Public Sector Equality Duty


The Public Sector Equality Duty (PSED) contained in s149 of the Equality Act 2010 is in the following terms:

(1) A public authority must, in the exercise of its functions, have due regard to the need to—

(a) eliminate discrimination, harassment, victimisation and any other conduct that is prohibited by or under this Act;

(2) A person who is not a public authority but who exercises public functions must, in the exercise of those functions, have due regard to the matters mentioned in subsection (1).

(3)        Having due regard to the need to advance equality of opportunity between persons who share a relevant protected characteristic and persons who do not share it involves having due regard, in particular, to the need to—

(a)        remove or minimise disadvantages suffered by persons who share a relevant protected characteristic that are connected to that characteristic;

(b)        take steps to meet the needs of persons who share a relevant protected characteristic that are different from the needs of persons who do not share it;…

(4)        The steps involved in meeting the needs of disabled persons that are different from the needs of persons who are not disabled include, in particular, steps to take account of disabled persons' disabilities…

(6)        Compliance with the duties in this section may involve treating some persons more favourably than others; but that is not to be taken as permitting conduct that would otherwise be prohibited by or under this Act.

(7)        The relevant protected characteristics are-

  • age;

  • disability;

  • gender reassignment;

  • pregnancy and maternity;

  • race;

  • religion or belief;

  • sex;

  • sexual orientation.

This page considers a number of cases where the impact of the duty under the Act has been considered in possession claims.


Dealing with the issue summarily


London and Quadrant Housing Trust v Patrick

[2019] EWHC 1263 (QB)


The defendant held an assured tenancy held from the claimant, a housing association.

The defendant had caused nuisance to his neighbours and the officers of the claimant, and the claimant obtained an injunction under the Anti-social Behavior, Crime and Policing Act 2014. The Defendant breached the injunction and was sentenced by His Honour Judge Saggerson. The claimant had meanwhile issued possession proceedings. They were granted permission to amend their claim to include a mandatory ground of possession, ground 7A in Part I of Schedule II to the Housing Act 1988, based on the breach of the injunction.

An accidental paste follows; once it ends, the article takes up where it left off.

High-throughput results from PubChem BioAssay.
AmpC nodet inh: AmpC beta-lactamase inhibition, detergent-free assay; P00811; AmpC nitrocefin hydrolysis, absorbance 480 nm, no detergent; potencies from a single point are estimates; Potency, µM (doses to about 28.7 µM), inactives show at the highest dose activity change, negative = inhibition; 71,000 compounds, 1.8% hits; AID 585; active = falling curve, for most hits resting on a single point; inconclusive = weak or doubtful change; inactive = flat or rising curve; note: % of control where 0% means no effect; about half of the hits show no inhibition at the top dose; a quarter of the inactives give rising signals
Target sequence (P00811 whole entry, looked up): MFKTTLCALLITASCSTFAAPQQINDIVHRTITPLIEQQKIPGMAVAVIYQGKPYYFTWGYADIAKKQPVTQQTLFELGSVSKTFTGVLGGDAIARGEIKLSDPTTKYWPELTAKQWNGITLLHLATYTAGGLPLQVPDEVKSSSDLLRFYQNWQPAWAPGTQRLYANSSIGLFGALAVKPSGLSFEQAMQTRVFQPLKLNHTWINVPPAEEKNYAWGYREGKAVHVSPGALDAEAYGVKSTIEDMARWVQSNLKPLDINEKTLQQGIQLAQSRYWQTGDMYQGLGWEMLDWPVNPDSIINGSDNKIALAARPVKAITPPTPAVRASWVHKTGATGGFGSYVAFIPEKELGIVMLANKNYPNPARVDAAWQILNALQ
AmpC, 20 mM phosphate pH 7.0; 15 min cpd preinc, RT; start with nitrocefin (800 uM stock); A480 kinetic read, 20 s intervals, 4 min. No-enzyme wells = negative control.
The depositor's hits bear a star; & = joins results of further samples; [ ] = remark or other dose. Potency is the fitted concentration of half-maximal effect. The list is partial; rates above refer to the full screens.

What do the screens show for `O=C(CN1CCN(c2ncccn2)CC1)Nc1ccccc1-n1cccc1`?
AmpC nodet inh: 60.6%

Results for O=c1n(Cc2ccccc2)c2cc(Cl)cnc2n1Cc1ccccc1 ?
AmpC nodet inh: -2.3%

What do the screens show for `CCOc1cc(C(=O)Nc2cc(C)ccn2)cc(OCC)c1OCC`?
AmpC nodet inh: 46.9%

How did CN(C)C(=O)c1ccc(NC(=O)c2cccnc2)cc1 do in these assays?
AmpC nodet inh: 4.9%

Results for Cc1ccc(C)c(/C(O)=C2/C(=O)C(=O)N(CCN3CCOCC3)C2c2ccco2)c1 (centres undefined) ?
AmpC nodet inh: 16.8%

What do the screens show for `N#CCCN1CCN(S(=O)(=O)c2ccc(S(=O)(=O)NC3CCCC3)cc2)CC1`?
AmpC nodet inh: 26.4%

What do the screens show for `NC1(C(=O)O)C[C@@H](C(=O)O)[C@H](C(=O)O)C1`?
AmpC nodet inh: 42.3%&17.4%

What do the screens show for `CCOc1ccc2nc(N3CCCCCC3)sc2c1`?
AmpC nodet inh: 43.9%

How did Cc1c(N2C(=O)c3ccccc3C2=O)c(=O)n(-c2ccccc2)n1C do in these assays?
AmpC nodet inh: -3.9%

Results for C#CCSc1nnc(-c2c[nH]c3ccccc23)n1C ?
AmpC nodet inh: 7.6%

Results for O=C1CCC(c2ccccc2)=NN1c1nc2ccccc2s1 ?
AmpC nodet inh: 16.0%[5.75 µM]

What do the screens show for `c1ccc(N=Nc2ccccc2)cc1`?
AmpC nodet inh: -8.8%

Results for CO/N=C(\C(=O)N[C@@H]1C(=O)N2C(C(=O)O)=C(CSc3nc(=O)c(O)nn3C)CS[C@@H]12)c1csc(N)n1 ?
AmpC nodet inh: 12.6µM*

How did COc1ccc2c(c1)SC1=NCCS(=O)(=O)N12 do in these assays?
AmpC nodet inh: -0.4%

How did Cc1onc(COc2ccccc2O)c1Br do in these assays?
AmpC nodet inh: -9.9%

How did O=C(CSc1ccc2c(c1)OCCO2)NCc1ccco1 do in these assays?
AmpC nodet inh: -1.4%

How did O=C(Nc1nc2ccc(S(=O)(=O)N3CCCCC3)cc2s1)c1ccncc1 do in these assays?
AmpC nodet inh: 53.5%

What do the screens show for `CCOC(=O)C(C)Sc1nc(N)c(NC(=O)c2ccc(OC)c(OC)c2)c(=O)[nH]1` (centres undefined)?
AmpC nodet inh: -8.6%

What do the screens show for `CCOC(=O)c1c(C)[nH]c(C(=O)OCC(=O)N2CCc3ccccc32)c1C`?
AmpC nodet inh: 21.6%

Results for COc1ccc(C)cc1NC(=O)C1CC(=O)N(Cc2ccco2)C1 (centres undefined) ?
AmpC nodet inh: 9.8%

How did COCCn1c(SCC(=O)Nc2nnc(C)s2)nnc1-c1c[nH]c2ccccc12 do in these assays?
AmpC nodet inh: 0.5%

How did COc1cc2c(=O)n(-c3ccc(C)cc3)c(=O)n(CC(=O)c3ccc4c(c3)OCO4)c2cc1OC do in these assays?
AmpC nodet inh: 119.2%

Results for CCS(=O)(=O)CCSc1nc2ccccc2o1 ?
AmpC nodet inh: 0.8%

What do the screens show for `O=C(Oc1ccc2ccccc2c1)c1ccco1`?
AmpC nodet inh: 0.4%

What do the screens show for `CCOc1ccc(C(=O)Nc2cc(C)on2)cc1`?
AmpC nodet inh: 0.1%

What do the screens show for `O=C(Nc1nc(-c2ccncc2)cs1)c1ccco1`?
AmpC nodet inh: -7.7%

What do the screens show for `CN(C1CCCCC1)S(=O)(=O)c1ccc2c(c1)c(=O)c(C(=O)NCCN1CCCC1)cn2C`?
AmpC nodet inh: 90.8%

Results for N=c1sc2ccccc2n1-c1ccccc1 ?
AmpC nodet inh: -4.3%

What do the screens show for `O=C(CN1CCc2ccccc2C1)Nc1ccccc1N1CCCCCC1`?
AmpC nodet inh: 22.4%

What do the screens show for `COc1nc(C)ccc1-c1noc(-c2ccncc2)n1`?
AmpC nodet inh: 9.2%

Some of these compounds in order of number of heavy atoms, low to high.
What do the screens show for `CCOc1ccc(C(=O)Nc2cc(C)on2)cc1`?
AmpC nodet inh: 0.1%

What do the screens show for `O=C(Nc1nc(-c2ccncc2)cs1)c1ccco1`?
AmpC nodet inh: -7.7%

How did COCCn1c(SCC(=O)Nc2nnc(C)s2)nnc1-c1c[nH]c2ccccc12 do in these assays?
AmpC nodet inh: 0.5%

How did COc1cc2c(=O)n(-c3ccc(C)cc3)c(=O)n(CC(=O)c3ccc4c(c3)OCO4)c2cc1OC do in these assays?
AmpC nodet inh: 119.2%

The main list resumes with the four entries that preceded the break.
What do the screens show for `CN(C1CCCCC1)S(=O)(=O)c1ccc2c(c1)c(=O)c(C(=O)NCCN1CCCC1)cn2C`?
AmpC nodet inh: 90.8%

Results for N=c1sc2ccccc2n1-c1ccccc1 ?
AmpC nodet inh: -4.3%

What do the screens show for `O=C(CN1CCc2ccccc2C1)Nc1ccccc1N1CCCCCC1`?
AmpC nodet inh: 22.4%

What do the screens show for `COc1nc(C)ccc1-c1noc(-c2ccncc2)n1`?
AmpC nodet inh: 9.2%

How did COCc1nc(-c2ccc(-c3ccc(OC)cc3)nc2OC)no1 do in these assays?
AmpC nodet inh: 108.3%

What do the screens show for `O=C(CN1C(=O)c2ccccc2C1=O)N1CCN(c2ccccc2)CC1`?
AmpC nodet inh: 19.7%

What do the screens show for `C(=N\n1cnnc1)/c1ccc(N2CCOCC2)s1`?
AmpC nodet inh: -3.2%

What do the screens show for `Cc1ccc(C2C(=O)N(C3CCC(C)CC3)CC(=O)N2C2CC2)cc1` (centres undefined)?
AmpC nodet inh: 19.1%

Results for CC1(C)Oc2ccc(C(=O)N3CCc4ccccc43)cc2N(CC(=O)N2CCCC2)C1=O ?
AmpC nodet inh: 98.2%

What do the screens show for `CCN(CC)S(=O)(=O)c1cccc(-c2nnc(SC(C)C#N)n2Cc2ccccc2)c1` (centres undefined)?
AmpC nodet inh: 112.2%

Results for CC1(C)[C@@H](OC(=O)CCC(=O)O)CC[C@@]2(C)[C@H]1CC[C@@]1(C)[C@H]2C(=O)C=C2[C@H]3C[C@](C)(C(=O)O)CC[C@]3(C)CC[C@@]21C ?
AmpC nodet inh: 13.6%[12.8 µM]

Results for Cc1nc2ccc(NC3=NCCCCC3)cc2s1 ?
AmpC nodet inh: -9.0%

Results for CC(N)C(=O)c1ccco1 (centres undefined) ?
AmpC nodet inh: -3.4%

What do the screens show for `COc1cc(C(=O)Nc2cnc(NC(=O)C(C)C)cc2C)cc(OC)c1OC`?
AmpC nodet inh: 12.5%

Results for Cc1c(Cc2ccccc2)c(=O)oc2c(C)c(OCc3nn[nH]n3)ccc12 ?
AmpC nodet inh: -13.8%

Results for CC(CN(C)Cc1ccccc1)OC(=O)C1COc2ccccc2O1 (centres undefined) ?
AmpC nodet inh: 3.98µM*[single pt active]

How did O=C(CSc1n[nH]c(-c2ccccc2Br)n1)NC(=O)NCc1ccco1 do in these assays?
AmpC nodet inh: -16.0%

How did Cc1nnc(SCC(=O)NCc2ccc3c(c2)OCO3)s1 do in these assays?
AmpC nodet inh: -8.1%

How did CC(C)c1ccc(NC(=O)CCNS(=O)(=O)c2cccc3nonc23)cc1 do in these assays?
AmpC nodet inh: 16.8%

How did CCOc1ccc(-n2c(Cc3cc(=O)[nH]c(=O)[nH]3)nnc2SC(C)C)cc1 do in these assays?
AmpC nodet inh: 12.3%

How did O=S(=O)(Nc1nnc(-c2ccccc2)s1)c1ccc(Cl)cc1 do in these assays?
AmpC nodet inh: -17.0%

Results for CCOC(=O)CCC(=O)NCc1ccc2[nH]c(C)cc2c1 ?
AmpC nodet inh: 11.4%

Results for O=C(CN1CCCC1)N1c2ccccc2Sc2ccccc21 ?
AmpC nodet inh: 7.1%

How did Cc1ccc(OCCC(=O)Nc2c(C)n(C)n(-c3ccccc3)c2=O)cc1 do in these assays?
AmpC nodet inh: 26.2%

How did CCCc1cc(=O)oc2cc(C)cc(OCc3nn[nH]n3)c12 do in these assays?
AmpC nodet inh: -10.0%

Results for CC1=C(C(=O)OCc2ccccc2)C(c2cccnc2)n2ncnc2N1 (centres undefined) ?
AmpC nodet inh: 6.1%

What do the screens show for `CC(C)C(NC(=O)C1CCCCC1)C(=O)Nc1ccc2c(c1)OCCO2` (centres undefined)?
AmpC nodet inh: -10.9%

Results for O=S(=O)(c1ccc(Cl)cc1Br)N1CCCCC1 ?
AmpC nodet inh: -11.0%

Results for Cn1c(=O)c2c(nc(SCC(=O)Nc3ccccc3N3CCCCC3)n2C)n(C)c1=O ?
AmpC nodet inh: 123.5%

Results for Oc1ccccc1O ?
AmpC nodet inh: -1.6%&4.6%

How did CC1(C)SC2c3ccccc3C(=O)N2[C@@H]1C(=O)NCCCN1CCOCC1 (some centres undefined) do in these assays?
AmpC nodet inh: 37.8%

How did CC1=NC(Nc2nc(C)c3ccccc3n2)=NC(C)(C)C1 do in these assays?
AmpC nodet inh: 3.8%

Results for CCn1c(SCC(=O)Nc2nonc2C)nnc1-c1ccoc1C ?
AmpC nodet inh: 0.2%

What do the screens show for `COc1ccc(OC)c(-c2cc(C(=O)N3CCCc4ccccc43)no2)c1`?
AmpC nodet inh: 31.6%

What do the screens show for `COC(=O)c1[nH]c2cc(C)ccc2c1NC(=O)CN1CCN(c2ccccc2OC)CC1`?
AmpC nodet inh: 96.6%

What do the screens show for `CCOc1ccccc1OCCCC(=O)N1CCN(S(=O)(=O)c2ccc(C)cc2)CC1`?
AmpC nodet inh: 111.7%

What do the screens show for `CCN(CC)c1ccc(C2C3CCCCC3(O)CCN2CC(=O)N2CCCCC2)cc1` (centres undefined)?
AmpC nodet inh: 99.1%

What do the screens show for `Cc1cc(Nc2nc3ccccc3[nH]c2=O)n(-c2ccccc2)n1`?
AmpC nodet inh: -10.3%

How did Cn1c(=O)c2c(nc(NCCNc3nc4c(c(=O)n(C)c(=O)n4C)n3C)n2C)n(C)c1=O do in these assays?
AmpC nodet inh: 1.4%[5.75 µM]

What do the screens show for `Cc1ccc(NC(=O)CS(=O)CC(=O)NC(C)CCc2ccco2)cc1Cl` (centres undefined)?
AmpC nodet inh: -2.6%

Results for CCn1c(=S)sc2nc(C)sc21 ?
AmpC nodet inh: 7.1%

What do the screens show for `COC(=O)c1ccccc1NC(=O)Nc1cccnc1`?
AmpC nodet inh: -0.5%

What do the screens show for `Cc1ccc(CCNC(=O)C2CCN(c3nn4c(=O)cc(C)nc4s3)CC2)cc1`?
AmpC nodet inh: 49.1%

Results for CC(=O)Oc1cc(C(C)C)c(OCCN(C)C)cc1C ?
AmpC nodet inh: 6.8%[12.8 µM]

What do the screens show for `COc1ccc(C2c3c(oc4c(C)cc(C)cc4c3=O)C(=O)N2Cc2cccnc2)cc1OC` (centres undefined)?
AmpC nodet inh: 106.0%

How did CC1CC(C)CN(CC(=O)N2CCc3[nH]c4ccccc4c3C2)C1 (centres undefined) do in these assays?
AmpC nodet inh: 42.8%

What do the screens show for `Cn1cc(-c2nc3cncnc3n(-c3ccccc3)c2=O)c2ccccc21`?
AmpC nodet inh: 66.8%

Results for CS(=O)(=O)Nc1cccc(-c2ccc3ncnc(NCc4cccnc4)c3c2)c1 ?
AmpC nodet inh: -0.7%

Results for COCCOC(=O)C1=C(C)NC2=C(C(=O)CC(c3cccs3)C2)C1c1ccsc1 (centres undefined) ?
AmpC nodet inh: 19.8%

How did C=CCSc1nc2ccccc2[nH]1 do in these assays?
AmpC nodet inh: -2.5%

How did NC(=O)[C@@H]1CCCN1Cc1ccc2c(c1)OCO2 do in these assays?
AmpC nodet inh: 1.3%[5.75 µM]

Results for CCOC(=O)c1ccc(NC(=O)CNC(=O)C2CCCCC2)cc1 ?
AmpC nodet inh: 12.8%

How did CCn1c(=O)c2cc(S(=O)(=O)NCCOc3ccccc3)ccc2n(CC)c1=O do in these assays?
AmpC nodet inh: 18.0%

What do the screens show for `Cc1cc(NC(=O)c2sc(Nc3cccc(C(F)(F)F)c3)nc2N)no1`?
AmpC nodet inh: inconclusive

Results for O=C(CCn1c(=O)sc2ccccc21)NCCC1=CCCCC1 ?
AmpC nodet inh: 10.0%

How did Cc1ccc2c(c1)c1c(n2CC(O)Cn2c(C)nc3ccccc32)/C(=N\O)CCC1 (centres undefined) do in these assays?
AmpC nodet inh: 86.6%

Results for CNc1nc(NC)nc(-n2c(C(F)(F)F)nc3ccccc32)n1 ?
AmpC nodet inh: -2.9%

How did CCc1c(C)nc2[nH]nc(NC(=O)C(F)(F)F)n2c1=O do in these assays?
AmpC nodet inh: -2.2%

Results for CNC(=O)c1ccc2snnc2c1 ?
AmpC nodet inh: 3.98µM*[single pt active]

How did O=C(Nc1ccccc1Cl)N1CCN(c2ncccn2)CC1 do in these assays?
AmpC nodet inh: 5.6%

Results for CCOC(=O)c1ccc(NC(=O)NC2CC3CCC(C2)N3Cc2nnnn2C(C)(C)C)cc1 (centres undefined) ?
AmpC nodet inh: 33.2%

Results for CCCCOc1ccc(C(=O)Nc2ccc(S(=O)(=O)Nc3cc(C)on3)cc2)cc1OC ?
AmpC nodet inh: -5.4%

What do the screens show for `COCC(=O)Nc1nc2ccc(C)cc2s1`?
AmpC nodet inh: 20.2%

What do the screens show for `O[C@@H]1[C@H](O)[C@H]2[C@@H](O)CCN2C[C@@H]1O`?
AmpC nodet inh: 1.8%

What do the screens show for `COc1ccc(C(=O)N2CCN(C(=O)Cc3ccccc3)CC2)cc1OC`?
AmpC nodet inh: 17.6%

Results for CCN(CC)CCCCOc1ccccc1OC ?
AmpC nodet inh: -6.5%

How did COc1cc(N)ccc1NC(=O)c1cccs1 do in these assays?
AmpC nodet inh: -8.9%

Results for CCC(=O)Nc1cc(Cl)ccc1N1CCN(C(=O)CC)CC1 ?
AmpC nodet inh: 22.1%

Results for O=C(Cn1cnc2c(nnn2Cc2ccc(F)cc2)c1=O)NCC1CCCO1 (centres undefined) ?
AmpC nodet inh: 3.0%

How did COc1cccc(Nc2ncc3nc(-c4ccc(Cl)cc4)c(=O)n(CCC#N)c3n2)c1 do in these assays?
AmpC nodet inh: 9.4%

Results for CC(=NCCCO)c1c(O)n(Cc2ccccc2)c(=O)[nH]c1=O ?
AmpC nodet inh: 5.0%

The defendant filed an amended defence alleging, for the first time, inter alia, a breach of s.149 Equality Act 2010 – the Public Sector Equality Duty - said to be engaged by virtue of the defendant’s paranoid schizophrenia. Despite a number of requests for supporting medical evidence such material was only served two days before the first hearing of the possession claim.

At the hearing, again before His Honour Judge Saggerson, the claimant invited the court to dispose of the claim summarily. The defendant sought directions. Against an unusually well-established background for a first hearing under Part 55 the judge concluded that he could deal with the claim summarily and on the basis of the facts already admitted or proven. The judge made an order for possession.

After the hearing the claimant conducted a further review of the proportionality of proceeding with the eviction and concluded that it was proportionate to proceed. The defendant appealed with permission granted on a single ground, i.e whether the defence advanced under s.149 had required the judge to give directions.   


Whether the judge was entitled to dispose of the claim summarily when a defendant had established, prima facie, that his behavior arose from his disability, the substance of which had previously been unknown to the landlord?

Decision on appeal

Dismissing the appeal, Thornton J held that on the facts the claimant had complied with the PSED prior to the hearing before HHJ Saggerson, such compliance required considerably less formality than would otherwise have been the case because the disability was revealed very late in the day. Even if that was wrong the trust had considered the material provided in the time after the hearing, but before actually taking possession, and had determined to continue, any breach made no difference.


The court gave guidance on the application of the PSED in claims for possession:

Application of the PSED

When a public sector landlord is contemplating taking or enforcing possession proceedings in circumstances in which a disabled person is liable to be affected by such decision, it is subject to the PSED.

Nature and scope of the PSED

The PSED is not a duty to achieve a result but a duty to have due regard to the need to achieve the results identified in section 149. Thus, when considering what is due regard, the public sector landlord must weigh the factors relevant to promoting the objects of the section against any material countervailing factors. In housing cases, such countervailing factors may include, for example, the impact which the disabled person's behaviour, in so far as is material to the decision in question, is having upon others (e.g. through drug dealing or other anti-social behaviour). The PSED is "designed to secure the brighter illumination of a person's disability so that, to the extent that it bears upon his rights under other laws it attracts a full appraisal".